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Raman probe sheds light on old map

31 Jul 2002

Tell-tale spectroscopy of pigments showing 'America' in a Viking map backs up claims that it is a 20th-century forgery.

One of the world's most famous and controversial maps is a fake, according to UK scientists who have studied it using Raman spectroscopy.

Katherine Brown and Robin Clark, from University College London (UCL) have been analyzing the Vinland Map - a map of the world that some claim originates from the mid-15th century.

Crucially, the Vinland Map includes representations of Iceland, Greenland and the north-eastern seaboard of North America, called "Vinland". Its proponents claimed that the map had been drawn around 1440 - half a century before the legendary trips made by Columbus and Cabot.

Brown and Clark used a Raman microprobe from UK company Renishaw to do the analysis. It incorporates a helium-neon laser operating between 0.5 and 5 mW, with a spot size of 5 micron focused by a 10 x lens. The laser light is delivered to the sample via a fiber-optic probe.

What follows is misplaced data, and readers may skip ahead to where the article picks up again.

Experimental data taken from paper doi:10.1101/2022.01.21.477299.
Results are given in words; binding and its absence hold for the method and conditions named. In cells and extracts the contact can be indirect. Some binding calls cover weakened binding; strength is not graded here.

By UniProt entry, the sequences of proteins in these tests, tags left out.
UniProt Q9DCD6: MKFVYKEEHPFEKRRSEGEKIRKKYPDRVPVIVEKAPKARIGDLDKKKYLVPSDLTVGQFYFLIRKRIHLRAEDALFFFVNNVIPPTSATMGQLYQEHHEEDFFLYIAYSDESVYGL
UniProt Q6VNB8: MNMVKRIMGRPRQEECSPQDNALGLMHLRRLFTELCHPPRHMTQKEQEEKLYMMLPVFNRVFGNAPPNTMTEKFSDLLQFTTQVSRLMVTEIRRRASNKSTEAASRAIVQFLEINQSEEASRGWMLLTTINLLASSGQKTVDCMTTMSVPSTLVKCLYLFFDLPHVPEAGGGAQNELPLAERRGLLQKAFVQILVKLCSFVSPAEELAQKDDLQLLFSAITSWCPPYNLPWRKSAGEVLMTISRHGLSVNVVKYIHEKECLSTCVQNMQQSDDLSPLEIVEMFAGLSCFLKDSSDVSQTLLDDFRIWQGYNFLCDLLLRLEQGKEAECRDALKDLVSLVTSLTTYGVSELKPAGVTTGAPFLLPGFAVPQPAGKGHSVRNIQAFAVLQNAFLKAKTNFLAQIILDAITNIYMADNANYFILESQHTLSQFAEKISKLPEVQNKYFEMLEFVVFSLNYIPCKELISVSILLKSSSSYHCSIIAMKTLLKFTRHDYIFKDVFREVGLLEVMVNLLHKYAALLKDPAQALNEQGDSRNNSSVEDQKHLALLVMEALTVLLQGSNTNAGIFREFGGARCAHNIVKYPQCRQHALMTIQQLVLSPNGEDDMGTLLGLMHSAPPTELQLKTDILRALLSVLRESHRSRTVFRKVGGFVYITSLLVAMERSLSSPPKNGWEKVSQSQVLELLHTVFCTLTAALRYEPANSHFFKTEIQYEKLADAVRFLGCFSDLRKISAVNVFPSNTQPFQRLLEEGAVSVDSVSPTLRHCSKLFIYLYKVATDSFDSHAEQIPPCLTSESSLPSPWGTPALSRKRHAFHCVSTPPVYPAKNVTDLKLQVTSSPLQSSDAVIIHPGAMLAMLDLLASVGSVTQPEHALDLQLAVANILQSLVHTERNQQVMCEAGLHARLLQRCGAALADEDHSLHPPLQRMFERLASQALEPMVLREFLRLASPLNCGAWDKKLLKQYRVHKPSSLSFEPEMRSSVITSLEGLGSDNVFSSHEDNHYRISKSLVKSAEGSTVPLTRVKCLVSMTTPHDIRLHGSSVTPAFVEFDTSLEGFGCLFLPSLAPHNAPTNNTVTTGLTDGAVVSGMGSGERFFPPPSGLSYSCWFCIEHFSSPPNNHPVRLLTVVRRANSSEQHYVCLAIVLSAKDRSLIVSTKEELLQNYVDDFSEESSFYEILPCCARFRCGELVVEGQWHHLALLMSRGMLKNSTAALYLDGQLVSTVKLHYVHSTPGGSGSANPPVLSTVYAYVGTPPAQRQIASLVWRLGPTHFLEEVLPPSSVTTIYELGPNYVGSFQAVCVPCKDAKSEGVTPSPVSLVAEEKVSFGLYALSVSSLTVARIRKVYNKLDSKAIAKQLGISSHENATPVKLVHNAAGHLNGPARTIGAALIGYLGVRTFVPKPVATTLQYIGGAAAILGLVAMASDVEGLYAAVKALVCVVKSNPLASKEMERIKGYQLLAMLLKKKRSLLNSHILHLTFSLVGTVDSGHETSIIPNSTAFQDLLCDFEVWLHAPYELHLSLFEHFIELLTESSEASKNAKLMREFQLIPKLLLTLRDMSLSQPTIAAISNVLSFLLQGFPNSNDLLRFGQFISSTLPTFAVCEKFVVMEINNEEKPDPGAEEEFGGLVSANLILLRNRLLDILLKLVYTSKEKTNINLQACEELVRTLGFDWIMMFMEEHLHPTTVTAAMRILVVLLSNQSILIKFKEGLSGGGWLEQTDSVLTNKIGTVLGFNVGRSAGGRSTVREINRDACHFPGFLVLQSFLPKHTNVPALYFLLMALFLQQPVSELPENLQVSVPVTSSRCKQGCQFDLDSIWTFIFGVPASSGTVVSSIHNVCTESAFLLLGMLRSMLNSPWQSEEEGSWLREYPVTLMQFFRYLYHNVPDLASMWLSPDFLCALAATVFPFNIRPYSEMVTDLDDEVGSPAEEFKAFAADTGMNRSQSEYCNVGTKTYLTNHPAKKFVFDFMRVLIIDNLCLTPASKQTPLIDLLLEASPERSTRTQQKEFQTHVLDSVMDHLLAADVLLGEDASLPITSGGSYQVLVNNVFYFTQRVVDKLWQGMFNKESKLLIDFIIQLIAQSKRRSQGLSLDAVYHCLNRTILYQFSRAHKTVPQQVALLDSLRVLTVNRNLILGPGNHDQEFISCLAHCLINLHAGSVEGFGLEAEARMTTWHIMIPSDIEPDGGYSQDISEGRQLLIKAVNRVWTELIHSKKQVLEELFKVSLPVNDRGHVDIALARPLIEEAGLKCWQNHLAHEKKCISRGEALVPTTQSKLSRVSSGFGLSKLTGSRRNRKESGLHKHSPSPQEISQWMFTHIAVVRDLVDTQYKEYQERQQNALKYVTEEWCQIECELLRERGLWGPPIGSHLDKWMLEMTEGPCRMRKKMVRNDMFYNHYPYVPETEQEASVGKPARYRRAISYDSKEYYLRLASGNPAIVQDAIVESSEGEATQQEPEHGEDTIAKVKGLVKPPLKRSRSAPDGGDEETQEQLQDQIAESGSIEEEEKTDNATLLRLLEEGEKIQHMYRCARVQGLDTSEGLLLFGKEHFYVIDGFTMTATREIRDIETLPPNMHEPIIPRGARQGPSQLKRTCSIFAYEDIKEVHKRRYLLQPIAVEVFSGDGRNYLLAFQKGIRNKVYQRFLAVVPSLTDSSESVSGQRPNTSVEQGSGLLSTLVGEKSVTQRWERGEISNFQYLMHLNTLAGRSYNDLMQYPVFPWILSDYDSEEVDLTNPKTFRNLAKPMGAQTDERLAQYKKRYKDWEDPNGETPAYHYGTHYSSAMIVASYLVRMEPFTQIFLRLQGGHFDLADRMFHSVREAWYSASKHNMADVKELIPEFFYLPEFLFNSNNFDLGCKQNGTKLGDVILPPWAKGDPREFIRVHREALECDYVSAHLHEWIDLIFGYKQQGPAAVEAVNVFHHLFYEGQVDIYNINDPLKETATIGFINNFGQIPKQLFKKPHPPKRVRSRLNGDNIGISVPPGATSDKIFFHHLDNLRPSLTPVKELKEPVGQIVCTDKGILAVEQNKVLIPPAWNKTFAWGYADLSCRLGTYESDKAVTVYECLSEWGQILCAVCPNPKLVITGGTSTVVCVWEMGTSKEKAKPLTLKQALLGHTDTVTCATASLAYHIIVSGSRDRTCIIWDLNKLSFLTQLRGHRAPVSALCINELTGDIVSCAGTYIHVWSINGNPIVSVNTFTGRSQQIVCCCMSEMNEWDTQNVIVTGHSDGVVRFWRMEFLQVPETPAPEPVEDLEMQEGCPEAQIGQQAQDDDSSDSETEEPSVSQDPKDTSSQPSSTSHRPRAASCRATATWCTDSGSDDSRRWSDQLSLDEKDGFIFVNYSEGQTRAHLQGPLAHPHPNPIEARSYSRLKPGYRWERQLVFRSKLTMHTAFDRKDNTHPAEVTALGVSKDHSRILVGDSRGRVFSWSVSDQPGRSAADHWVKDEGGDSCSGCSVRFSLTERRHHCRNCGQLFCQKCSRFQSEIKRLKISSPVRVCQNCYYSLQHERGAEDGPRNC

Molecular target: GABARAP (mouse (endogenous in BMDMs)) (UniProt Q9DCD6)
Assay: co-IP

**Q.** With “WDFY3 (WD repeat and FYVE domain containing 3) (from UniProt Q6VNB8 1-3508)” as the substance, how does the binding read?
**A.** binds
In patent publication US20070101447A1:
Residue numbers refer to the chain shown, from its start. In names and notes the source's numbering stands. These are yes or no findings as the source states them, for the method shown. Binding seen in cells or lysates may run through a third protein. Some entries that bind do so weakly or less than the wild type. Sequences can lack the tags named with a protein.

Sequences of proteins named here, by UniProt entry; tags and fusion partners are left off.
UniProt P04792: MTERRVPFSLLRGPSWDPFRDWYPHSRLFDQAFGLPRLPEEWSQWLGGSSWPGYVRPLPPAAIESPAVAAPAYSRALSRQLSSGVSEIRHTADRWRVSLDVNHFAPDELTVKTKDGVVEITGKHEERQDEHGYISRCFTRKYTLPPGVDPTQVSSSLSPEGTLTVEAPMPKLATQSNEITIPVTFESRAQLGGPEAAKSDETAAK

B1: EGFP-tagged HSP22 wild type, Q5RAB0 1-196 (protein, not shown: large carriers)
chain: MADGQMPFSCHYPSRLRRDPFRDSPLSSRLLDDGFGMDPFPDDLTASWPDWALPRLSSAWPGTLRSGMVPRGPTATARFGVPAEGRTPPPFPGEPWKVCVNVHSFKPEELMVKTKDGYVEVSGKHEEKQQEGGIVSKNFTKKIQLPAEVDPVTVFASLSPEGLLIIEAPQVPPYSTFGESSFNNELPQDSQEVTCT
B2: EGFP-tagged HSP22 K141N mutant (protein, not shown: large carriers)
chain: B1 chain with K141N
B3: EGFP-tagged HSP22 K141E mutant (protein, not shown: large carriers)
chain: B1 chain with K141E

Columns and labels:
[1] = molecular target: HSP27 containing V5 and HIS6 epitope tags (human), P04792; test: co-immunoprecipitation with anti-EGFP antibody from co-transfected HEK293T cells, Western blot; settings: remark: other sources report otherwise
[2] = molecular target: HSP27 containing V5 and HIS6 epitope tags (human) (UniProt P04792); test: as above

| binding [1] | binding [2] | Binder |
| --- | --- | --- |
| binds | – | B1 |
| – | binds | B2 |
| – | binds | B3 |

By using Raman spectroscopy, the valuable document can be probed without the need to remove samples of material.

Features on the map consist of black ink and an underlying yellowish line. In their analysis, Clark and Brown found that yellow areas contained anatase - a form of titanium dioxide that is rarely of natural origin.

Anatase could not be synthesized until the 20th century, prompting them to conclude that; "The presence of a yellow line containing anatase, closely associated with a stable carbon ink, indicates that the Vinland Map is a modern forgery."

"Knowing that yellowing is a common feature of medieval manuscripts, a clever forger may seek to simulate this degradation by including a yellow line in his rendering of the map," they added.

"The Raman results provide the first definitive proof that the map itself was drawn after 1923," Clark said.

The work is described in the current issue of the journal Analytical Chemistry, published by the American Chemical Society.

Author
Michael Hatcher is technology editor of Opto and Laser Europe magazine.

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